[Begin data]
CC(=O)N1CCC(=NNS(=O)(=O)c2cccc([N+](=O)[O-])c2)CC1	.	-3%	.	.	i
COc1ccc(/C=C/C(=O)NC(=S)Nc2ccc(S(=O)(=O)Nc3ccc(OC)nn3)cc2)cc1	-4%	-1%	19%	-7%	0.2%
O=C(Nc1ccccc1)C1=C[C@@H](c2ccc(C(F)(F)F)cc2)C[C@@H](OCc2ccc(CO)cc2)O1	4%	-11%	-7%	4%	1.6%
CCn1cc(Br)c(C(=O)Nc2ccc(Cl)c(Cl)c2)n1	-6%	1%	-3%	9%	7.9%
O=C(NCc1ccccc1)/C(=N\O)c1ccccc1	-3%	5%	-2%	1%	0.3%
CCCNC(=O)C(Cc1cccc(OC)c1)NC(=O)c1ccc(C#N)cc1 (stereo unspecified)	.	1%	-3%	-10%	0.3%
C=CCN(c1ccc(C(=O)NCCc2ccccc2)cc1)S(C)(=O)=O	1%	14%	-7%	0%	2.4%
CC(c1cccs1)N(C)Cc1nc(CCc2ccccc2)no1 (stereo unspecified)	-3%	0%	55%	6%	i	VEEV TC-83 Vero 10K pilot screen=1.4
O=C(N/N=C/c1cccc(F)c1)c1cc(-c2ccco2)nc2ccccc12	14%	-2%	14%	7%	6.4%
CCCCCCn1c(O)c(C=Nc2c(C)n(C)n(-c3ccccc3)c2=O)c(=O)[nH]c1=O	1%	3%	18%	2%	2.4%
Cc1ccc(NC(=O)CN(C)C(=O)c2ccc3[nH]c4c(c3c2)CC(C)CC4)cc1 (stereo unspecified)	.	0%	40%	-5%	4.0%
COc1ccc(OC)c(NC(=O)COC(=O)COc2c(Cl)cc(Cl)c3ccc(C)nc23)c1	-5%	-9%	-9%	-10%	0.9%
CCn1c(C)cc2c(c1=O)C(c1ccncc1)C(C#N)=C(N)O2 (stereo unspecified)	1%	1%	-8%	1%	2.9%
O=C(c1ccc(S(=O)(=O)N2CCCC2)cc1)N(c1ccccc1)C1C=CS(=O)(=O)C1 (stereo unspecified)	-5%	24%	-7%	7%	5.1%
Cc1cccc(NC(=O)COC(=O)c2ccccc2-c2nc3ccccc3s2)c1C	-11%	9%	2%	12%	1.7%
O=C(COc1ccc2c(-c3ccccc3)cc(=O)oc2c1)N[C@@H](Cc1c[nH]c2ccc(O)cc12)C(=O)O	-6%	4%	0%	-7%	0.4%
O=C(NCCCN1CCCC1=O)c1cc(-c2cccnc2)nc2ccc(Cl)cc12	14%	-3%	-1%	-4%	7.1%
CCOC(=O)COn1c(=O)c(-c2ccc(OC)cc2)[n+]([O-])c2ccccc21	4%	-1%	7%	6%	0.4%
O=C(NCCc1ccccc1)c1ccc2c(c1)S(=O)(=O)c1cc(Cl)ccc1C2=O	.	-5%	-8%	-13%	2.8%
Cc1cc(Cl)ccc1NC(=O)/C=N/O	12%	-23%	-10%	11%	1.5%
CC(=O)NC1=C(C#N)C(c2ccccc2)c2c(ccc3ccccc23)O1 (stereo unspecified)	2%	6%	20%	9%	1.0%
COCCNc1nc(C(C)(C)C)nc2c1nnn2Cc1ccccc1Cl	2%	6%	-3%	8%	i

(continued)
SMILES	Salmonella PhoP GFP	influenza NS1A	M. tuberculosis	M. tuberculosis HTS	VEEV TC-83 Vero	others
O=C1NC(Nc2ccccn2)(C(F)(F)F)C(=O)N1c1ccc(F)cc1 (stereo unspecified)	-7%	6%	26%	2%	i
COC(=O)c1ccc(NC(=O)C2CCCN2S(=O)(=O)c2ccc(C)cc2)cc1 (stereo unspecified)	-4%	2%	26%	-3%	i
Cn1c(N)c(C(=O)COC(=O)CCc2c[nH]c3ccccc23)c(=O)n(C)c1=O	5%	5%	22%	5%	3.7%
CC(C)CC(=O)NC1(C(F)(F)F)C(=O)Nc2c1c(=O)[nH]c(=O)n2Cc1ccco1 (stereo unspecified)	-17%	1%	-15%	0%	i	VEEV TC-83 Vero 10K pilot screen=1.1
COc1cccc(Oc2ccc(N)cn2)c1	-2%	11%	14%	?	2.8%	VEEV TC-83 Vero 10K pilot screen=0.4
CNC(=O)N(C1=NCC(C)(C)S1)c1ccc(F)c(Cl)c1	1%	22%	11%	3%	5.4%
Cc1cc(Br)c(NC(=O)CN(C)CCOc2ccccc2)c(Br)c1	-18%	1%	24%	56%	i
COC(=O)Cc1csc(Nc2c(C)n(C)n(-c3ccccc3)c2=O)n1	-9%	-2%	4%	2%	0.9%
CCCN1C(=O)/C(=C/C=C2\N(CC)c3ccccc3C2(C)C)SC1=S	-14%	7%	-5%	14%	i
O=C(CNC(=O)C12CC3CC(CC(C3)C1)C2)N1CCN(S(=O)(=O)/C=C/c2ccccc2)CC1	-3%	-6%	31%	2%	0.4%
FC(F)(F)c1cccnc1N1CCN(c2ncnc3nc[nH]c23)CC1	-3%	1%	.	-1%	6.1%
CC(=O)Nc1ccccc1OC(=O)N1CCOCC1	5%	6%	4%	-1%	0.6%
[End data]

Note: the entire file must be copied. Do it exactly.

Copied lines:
CC(=O)N1CCC(=NNS(=O)(=O)c2cccc([N+](=O)[O-])c2)CC1	.	-3%	.	.	i
COc1ccc(/C=C/C(=O)NC(=S)Nc2ccc(S(=O)(=O)Nc3ccc(OC)nn3)cc2)cc1	-4%	-1%	19%	-7%	0.2%
O=C(Nc1ccccc1)C1=C[C@@H](c2ccc(C(F)(F)F)cc2)C[C@@H](OCc2ccc(CO)cc2)O1	4%	-11%	-7%	4%	1.6%
CCn1cc(Br)c(C(=O)Nc2ccc(Cl)c(Cl)c2)n1	-6%	1%	-3%	9%	7.9%
O=C(NCc1ccccc1)/C(=N\O)c1ccccc1	-3%	5%	-2%	1%	0.3%
CCCNC(=O)C(Cc1cccc(OC)c1)NC(=O)c1ccc(C#N)cc1 (stereo unspecified)	.	1%	-3%	-10%	0.3%
C=CCN(c1ccc(C(=O)NCCc2ccccc2)cc1)S(C)(=O)=O	1%	14%	-7%	0%	2.4%
CC(c1cccs1)N(C)Cc1nc(CCc2ccccc2)no1 (stereo unspecified)	-3%	0%	55%	6%	i	VEEV TC-83 Vero 10K pilot screen=1.4
O=C(N/N=C/c1cccc(F)c1)c1cc(-c2ccco2)nc2ccccc12	14%	-2%	14%	7%	6.4%
CCCCCCn1c(O)c(C=Nc2c(C)n(C)n(-c3ccccc3)c2=O)c(=O)[nH]c1=O	1%	3%	18%	2%	2.4%
Cc1ccc(NC(=O)CN(C)C(=O)c2ccc3[nH]c4c(c3c2)CC(C)CC4)cc1 (stereo unspecified)	.	0%	40%	-5%	4.0%
COc1ccc(OC)c(NC(=O)COC(=O)COc2c(Cl)cc(Cl)c3ccc(C)nc23)c1	-5%	-9%	-9%	-10%	0.9%
CCn1c(C)cc2c(c1=O)C(c1ccncc1)C(C#N)=C(N)O2 (stereo unspecified)	1%	1%	-8%	1%	2.9%
O=C(c1ccc(S(=O)(=O)N2CCCC2)cc1)N(c1ccccc1)C1C=CS(=O)(=O)C1 (stereo unspecified)	-5%	24%	-7%	7%	5.1%
Cc1cccc(NC(=O)COC(=O)c2ccccc2-c2nc3ccccc3s2)c1C	-11%	9%	2%	12%	1.7%
O=C(COc1ccc2c(-c3ccccc3)cc(=O)oc2c1)N[C@@H](Cc1c[nH]c2ccc(O)cc12)C(=O)O	-6%	4%	0%	-7%	0.4%
O=C(NCCCN1CCCC1=O)c1cc(-c2cccnc2)nc2ccc(Cl)cc12	14%	-3%	-1%	-4%	7.1%
CCOC(=O)COn1c(=O)c(-c2ccc(OC)cc2)[n+]([O-])c2ccccc21	4%	-1%	7%	6%	0.4%
O=C(NCCc1ccccc1)c1ccc2c(c1)S(=O)(=O)c1cc(Cl)ccc1C2=O	.	-5%	-8%	-13%	2.8%
Cc1cc(Cl)ccc1NC(=O)/C=N/O	12%	-23%	-10%	11%	1.5%
CC(=O)NC1=C(C#N)C(c2ccccc2)c2c(ccc3ccccc23)O1 (stereo unspecified)	2%	6%	20%	9%	1.0%
COCCNc1nc(C(C)(C)C)nc2c1nnn2Cc1ccccc1Cl	2%	6%	-3%	8%	i

(continued)
SMILES	Salmonella PhoP GFP	influenza NS1A	M. tuberculosis	M. tuberculosis HTS	VEEV TC-83 Vero	others
O=C1NC(Nc2ccccn2)(C(F)(F)F)C(=O)N1c1ccc(F)cc1 (stereo unspecified)	-7%	6%	26%	2%	i
COC(=O)c1ccc(NC(=O)C2CCCN2S(=O)(=O)c2ccc(C)cc2)cc1 (stereo unspecified)	-4%	2%	26%	-3%	i
Cn1c(N)c(C(=O)COC(=O)CCc2c[nH]c3ccccc23)c(=O)n(C)c1=O	5%	5%	22%	5%	3.7%
CC(C)CC(=O)NC1(C(F)(F)F)C(=O)Nc2c1c(=O)[nH]c(=O)n2Cc1ccco1 (stereo unspecified)	-17%	1%	-15%	0%	i	VEEV TC-83 Vero 10K pilot screen=1.1
COc1cccc(Oc2ccc(N)cn2)c1	-2%	11%	14%	?	2.8%	VEEV TC-83 Vero 10K pilot screen=0.4
CNC(=O)N(C1=NCC(C)(C)S1)c1ccc(F)c(Cl)c1	1%	22%	11%	3%	5.4%
Cc1cc(Br)c(NC(=O)CN(C)CCOc2ccccc2)c(Br)c1	-18%	1%	24%	56%	i
COC(=O)Cc1csc(Nc2c(C)n(C)n(-c3ccccc3)c2=O)n1	-9%	-2%	4%	2%	0.9%
CCCN1C(=O)/C(=C/C=C2\N(CC)c3ccccc3C2(C)C)SC1=S	-14%	7%	-5%	14%	i
O=C(CNC(=O)C12CC3CC(CC(C3)C1)C2)N1CCN(S(=O)(=O)/C=C/c2ccccc2)CC1	-3%	-6%	31%	2%	0.4%
FC(F)(F)c1cccnc1N1CCN(c2ncnc3nc[nH]c23)CC1	-3%	1%	.	-1%	6.1%
CC(=O)Nc1ccccc1OC(=O)N1CCOCC1	5%	6%	4%	-1%	0.6%